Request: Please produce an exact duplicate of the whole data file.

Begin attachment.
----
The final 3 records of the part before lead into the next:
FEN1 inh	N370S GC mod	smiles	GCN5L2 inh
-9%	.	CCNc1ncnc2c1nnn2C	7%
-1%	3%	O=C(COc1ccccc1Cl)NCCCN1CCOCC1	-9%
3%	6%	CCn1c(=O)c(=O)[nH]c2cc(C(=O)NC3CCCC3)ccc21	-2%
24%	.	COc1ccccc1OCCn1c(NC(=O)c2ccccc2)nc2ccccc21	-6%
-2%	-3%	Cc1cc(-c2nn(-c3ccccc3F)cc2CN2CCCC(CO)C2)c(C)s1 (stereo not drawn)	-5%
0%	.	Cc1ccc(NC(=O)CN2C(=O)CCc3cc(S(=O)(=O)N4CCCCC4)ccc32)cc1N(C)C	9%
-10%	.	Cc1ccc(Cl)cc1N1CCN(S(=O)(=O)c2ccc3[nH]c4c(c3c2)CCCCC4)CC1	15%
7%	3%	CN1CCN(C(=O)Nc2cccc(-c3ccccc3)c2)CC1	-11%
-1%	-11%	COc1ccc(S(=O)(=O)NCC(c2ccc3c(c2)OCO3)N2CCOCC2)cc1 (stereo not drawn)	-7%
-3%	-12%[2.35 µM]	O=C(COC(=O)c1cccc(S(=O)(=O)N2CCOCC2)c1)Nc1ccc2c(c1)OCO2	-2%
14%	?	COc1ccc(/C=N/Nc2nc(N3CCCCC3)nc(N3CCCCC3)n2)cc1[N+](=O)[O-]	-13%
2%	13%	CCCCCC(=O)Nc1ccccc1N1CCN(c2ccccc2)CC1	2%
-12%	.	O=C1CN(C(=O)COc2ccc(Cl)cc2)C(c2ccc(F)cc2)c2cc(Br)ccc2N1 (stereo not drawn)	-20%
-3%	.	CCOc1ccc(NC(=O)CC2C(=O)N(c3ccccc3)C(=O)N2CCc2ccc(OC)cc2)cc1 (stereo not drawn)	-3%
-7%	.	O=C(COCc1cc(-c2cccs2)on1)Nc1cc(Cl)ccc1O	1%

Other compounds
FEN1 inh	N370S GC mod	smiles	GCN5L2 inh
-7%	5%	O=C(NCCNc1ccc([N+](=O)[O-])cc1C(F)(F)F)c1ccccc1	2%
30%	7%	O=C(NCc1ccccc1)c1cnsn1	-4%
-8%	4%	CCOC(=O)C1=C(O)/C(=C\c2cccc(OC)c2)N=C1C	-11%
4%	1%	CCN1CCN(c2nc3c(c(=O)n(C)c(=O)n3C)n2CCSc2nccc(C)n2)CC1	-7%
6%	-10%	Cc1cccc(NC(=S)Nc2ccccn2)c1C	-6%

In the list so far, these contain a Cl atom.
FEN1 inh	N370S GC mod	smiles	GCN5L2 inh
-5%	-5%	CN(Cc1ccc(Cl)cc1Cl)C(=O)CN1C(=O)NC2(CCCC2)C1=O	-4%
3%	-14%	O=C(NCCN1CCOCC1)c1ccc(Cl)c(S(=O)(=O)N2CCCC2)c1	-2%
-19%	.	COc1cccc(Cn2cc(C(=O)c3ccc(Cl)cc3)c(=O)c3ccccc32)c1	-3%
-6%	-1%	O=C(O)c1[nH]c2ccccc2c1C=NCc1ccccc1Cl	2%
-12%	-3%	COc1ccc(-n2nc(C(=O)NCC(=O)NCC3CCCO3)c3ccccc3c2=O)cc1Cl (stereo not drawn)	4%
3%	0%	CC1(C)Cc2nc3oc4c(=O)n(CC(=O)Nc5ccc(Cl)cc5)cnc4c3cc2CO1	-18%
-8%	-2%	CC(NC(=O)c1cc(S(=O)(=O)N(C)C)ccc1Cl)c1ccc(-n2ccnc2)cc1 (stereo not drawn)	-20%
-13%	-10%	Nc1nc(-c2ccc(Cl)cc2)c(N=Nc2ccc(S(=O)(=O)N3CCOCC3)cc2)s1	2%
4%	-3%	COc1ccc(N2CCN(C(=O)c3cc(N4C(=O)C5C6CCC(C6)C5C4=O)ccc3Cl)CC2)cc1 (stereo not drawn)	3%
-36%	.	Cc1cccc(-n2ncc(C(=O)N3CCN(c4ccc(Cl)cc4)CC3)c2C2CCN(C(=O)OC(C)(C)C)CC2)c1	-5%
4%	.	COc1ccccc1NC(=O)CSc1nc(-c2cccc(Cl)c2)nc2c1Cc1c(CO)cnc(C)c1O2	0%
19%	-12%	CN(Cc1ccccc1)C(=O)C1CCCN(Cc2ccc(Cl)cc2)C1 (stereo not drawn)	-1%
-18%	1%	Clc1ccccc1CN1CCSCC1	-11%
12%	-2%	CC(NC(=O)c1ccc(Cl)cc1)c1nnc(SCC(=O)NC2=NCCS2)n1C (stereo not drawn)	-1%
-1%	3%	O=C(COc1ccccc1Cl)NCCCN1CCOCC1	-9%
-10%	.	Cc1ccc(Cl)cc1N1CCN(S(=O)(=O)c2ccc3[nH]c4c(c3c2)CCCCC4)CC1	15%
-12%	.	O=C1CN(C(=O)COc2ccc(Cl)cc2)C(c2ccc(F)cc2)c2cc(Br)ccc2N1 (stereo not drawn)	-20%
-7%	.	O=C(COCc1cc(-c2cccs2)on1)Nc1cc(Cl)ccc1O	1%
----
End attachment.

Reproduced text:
The final 3 records of the part before lead into the next:
FEN1 inh	N370S GC mod	smiles	GCN5L2 inh
-9%	.	CCNc1ncnc2c1nnn2C	7%
-1%	3%	O=C(COc1ccccc1Cl)NCCCN1CCOCC1	-9%
3%	6%	CCn1c(=O)c(=O)[nH]c2cc(C(=O)NC3CCCC3)ccc21	-2%
24%	.	COc1ccccc1OCCn1c(NC(=O)c2ccccc2)nc2ccccc21	-6%
-2%	-3%	Cc1cc(-c2nn(-c3ccccc3F)cc2CN2CCCC(CO)C2)c(C)s1 (stereo not drawn)	-5%
0%	.	Cc1ccc(NC(=O)CN2C(=O)CCc3cc(S(=O)(=O)N4CCCCC4)ccc32)cc1N(C)C	9%
-10%	.	Cc1ccc(Cl)cc1N1CCN(S(=O)(=O)c2ccc3[nH]c4c(c3c2)CCCCC4)CC1	15%
7%	3%	CN1CCN(C(=O)Nc2cccc(-c3ccccc3)c2)CC1	-11%
-1%	-11%	COc1ccc(S(=O)(=O)NCC(c2ccc3c(c2)OCO3)N2CCOCC2)cc1 (stereo not drawn)	-7%
-3%	-12%[2.35 µM]	O=C(COC(=O)c1cccc(S(=O)(=O)N2CCOCC2)c1)Nc1ccc2c(c1)OCO2	-2%
14%	?	COc1ccc(/C=N/Nc2nc(N3CCCCC3)nc(N3CCCCC3)n2)cc1[N+](=O)[O-]	-13%
2%	13%	CCCCCC(=O)Nc1ccccc1N1CCN(c2ccccc2)CC1	2%
-12%	.	O=C1CN(C(=O)COc2ccc(Cl)cc2)C(c2ccc(F)cc2)c2cc(Br)ccc2N1 (stereo not drawn)	-20%
-3%	.	CCOc1ccc(NC(=O)CC2C(=O)N(c3ccccc3)C(=O)N2CCc2ccc(OC)cc2)cc1 (stereo not drawn)	-3%
-7%	.	O=C(COCc1cc(-c2cccs2)on1)Nc1cc(Cl)ccc1O	1%

Other compounds
FEN1 inh	N370S GC mod	smiles	GCN5L2 inh
-7%	5%	O=C(NCCNc1ccc([N+](=O)[O-])cc1C(F)(F)F)c1ccccc1	2%
30%	7%	O=C(NCc1ccccc1)c1cnsn1	-4%
-8%	4%	CCOC(=O)C1=C(O)/C(=C\c2cccc(OC)c2)N=C1C	-11%
4%	1%	CCN1CCN(c2nc3c(c(=O)n(C)c(=O)n3C)n2CCSc2nccc(C)n2)CC1	-7%
6%	-10%	Cc1cccc(NC(=S)Nc2ccccn2)c1C	-6%

In the list so far, these contain a Cl atom.
FEN1 inh	N370S GC mod	smiles	GCN5L2 inh
-5%	-5%	CN(Cc1ccc(Cl)cc1Cl)C(=O)CN1C(=O)NC2(CCCC2)C1=O	-4%
3%	-14%	O=C(NCCN1CCOCC1)c1ccc(Cl)c(S(=O)(=O)N2CCCC2)c1	-2%
-19%	.	COc1cccc(Cn2cc(C(=O)c3ccc(Cl)cc3)c(=O)c3ccccc32)c1	-3%
-6%	-1%	O=C(O)c1[nH]c2ccccc2c1C=NCc1ccccc1Cl	2%
-12%	-3%	COc1ccc(-n2nc(C(=O)NCC(=O)NCC3CCCO3)c3ccccc3c2=O)cc1Cl (stereo not drawn)	4%
3%	0%	CC1(C)Cc2nc3oc4c(=O)n(CC(=O)Nc5ccc(Cl)cc5)cnc4c3cc2CO1	-18%
-8%	-2%	CC(NC(=O)c1cc(S(=O)(=O)N(C)C)ccc1Cl)c1ccc(-n2ccnc2)cc1 (stereo not drawn)	-20%
-13%	-10%	Nc1nc(-c2ccc(Cl)cc2)c(N=Nc2ccc(S(=O)(=O)N3CCOCC3)cc2)s1	2%
4%	-3%	COc1ccc(N2CCN(C(=O)c3cc(N4C(=O)C5C6CCC(C6)C5C4=O)ccc3Cl)CC2)cc1 (stereo not drawn)	3%
-36%	.	Cc1cccc(-n2ncc(C(=O)N3CCN(c4ccc(Cl)cc4)CC3)c2C2CCN(C(=O)OC(C)(C)C)CC2)c1	-5%
4%	.	COc1ccccc1NC(=O)CSc1nc(-c2cccc(Cl)c2)nc2c1Cc1c(CO)cnc(C)c1O2	0%
19%	-12%	CN(Cc1ccccc1)C(=O)C1CCCN(Cc2ccc(Cl)cc2)C1 (stereo not drawn)	-1%
-18%	1%	Clc1ccccc1CN1CCSCC1	-11%
12%	-2%	CC(NC(=O)c1ccc(Cl)cc1)c1nnc(SCC(=O)NC2=NCCS2)n1C (stereo not drawn)	-1%
-1%	3%	O=C(COc1ccccc1Cl)NCCCN1CCOCC1	-9%
-10%	.	Cc1ccc(Cl)cc1N1CCN(S(=O)(=O)c2ccc3[nH]c4c(c3c2)CCCCC4)CC1	15%
-12%	.	O=C1CN(C(=O)COc2ccc(Cl)cc2)C(c2ccc(F)cc2)c2cc(Br)ccc2N1 (stereo not drawn)	-20%
-7%	.	O=C(COCc1cc(-c2cccs2)on1)Nc1cc(Cl)ccc1O	1%